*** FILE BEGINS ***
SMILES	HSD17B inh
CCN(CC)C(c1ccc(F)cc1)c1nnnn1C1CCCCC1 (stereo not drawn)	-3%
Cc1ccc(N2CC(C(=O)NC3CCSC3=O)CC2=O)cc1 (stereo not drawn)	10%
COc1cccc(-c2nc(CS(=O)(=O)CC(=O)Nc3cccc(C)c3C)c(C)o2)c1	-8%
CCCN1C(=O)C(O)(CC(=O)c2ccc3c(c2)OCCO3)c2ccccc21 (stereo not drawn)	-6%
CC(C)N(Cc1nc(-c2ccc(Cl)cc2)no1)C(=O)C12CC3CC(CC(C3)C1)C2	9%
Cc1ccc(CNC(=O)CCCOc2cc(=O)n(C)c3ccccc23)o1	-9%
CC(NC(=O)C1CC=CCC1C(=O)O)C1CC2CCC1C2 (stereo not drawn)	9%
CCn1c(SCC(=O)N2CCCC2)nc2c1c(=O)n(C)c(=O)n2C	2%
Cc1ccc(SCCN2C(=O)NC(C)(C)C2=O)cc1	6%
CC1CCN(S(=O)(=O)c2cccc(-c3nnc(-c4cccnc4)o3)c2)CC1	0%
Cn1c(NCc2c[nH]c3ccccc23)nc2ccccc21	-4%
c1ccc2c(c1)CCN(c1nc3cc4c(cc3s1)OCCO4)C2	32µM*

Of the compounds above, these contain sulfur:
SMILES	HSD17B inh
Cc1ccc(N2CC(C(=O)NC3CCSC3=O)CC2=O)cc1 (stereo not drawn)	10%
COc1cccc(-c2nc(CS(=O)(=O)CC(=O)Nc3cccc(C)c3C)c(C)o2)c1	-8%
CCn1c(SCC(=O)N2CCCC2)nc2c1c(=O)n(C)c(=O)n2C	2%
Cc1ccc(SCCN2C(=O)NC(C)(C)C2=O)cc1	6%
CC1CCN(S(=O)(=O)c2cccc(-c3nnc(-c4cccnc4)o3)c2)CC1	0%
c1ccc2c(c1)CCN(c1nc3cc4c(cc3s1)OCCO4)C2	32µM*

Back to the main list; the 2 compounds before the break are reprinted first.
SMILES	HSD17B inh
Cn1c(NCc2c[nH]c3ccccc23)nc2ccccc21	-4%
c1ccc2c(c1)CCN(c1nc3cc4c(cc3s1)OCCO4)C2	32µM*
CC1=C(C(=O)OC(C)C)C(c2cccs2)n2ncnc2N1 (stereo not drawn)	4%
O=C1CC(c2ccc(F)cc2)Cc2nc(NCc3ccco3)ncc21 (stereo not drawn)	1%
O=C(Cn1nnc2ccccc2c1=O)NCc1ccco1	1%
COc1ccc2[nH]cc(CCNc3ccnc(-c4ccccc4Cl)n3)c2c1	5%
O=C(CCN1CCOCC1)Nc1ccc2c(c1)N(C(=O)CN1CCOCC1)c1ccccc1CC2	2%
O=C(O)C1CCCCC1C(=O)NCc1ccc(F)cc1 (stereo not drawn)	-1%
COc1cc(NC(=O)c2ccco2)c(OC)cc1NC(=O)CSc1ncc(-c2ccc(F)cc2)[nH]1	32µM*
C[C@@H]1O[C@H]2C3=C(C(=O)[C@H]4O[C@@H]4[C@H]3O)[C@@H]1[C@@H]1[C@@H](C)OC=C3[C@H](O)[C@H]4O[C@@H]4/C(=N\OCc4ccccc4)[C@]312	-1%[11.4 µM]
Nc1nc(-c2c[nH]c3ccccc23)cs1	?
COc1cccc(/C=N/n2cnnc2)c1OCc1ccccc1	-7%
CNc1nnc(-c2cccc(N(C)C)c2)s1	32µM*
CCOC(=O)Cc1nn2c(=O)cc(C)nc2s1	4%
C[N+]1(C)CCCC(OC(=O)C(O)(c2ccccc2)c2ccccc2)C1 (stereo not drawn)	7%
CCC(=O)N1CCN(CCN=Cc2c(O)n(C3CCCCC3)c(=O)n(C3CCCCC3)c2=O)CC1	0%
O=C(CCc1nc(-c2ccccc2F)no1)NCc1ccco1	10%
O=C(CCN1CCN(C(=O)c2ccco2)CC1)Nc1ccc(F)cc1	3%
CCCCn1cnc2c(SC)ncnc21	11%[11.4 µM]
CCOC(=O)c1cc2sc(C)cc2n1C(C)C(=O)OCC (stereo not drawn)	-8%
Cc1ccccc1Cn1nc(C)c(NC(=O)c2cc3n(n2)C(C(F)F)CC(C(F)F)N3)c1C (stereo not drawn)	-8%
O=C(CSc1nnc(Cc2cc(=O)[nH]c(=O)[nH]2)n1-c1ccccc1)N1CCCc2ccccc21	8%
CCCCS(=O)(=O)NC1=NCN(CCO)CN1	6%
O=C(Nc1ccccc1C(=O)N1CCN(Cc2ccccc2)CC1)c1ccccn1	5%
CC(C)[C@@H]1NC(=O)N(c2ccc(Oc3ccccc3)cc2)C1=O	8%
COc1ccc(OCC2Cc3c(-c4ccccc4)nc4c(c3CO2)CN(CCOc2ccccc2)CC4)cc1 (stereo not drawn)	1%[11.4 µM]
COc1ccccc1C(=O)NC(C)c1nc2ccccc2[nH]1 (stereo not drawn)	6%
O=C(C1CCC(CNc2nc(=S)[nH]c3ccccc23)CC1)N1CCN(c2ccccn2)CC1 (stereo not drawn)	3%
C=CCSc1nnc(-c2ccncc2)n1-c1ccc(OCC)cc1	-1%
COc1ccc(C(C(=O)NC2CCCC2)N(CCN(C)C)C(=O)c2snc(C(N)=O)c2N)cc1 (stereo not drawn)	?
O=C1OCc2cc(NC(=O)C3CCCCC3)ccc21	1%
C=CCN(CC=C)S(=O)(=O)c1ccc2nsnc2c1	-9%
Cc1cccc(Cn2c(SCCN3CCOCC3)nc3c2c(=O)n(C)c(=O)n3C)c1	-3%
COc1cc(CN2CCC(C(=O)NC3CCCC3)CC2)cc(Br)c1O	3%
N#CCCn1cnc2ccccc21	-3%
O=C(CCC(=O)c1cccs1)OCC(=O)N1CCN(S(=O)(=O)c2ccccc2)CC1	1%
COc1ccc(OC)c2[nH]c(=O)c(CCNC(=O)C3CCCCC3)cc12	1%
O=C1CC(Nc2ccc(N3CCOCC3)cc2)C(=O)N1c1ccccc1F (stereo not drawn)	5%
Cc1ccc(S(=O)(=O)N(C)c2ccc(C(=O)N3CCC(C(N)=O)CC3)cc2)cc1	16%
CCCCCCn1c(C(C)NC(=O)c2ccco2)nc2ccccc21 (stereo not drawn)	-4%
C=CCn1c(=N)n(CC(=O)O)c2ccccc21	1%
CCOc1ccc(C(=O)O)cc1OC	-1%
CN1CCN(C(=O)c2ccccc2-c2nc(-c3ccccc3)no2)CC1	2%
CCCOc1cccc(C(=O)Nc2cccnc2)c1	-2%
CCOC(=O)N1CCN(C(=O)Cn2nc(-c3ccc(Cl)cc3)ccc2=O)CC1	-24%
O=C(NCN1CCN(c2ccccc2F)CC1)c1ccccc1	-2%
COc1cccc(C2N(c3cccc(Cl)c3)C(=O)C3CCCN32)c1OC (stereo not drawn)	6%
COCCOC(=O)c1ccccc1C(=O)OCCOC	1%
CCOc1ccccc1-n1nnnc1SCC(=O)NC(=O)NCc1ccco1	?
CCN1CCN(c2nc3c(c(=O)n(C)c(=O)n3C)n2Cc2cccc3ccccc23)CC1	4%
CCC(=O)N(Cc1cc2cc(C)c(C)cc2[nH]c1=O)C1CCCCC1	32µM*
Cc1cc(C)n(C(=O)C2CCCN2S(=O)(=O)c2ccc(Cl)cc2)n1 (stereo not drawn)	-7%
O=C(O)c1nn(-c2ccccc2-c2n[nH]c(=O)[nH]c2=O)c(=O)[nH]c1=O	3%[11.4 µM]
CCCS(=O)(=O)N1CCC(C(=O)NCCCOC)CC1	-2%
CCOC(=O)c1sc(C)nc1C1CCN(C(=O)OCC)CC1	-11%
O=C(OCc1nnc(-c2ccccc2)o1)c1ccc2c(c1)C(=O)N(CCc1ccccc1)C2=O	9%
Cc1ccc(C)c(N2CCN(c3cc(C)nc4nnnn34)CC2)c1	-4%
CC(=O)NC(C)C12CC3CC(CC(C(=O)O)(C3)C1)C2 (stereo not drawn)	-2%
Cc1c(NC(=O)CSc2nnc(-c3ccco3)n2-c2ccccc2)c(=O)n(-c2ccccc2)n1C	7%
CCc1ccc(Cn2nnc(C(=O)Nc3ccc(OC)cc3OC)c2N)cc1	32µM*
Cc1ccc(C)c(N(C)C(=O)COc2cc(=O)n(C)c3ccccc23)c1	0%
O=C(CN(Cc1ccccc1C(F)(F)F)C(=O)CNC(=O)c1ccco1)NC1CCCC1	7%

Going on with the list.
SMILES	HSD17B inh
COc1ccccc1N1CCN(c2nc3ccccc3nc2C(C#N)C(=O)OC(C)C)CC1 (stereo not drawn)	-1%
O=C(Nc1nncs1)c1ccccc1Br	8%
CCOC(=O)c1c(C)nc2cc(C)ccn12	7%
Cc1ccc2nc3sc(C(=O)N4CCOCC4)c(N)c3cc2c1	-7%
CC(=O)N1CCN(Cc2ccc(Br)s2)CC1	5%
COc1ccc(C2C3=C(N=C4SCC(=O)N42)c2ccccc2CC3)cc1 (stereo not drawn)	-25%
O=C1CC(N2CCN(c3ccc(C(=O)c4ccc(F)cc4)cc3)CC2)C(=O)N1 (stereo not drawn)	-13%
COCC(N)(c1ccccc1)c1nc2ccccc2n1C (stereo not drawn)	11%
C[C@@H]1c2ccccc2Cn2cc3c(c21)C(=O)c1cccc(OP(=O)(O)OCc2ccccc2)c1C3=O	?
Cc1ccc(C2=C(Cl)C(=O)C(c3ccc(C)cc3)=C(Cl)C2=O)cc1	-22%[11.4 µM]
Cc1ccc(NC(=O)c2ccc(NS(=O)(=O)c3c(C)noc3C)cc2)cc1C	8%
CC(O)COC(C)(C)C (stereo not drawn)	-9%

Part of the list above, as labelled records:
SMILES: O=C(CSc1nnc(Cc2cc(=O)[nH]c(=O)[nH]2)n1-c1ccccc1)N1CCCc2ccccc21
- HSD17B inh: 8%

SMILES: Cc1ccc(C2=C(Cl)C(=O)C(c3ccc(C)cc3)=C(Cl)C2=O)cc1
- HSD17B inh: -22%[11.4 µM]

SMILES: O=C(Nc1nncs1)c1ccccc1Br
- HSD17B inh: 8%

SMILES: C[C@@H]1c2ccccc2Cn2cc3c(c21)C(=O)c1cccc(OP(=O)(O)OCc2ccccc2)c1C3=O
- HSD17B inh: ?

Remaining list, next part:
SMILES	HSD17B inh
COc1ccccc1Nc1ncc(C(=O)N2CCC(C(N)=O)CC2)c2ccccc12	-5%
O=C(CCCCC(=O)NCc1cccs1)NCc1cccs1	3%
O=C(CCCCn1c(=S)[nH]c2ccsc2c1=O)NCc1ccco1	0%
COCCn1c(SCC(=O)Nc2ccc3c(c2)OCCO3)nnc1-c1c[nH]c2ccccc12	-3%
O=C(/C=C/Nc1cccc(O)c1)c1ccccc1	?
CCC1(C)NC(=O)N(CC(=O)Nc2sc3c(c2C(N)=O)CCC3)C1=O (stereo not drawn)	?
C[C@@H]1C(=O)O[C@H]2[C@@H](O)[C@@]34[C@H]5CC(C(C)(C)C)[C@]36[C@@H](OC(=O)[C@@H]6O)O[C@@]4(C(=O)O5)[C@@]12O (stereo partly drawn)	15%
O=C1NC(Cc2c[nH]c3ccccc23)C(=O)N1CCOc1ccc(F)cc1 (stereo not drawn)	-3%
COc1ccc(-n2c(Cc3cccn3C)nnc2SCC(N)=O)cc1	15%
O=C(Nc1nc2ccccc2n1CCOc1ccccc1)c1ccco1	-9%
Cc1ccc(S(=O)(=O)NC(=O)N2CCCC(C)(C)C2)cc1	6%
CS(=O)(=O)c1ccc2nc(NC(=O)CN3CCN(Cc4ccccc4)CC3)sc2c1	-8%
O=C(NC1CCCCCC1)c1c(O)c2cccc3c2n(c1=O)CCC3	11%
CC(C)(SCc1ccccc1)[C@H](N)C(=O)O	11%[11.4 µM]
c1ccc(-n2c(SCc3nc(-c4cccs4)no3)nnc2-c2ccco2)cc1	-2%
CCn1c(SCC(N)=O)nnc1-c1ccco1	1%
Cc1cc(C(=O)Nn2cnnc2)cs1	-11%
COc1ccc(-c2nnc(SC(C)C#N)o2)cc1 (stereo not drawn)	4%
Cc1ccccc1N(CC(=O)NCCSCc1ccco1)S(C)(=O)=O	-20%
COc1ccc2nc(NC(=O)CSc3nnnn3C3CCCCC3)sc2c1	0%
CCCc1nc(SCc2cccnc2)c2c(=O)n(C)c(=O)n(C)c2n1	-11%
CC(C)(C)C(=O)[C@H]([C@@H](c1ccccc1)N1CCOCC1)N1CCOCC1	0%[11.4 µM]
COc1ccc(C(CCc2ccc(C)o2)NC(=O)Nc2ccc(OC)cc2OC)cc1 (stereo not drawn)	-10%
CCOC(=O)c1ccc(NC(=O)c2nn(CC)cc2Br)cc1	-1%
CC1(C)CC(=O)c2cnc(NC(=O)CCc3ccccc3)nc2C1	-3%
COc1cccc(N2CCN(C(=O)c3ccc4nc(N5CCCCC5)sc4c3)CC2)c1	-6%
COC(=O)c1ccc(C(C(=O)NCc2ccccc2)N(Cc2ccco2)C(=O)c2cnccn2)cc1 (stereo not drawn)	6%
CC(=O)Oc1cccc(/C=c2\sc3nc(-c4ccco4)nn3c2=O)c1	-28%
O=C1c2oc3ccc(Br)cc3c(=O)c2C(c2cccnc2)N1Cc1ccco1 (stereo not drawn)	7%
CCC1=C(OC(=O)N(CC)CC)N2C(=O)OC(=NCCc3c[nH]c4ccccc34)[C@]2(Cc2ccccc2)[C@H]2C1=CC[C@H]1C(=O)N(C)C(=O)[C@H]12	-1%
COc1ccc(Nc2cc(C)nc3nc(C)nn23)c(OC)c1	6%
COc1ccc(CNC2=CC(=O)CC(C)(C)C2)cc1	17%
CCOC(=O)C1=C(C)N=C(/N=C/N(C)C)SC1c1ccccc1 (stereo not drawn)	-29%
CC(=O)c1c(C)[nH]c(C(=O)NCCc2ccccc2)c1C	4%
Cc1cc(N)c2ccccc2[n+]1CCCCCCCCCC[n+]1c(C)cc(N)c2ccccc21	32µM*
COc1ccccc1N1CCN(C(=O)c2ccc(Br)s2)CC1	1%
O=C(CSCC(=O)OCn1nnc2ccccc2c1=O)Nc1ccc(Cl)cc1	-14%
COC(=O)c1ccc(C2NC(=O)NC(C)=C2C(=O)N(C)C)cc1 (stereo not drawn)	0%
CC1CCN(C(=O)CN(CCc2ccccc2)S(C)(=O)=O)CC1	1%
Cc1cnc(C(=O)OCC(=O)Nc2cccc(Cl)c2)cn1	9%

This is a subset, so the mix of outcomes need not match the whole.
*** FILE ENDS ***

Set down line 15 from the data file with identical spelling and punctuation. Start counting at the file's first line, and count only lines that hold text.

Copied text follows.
SMILES	HSD17B inh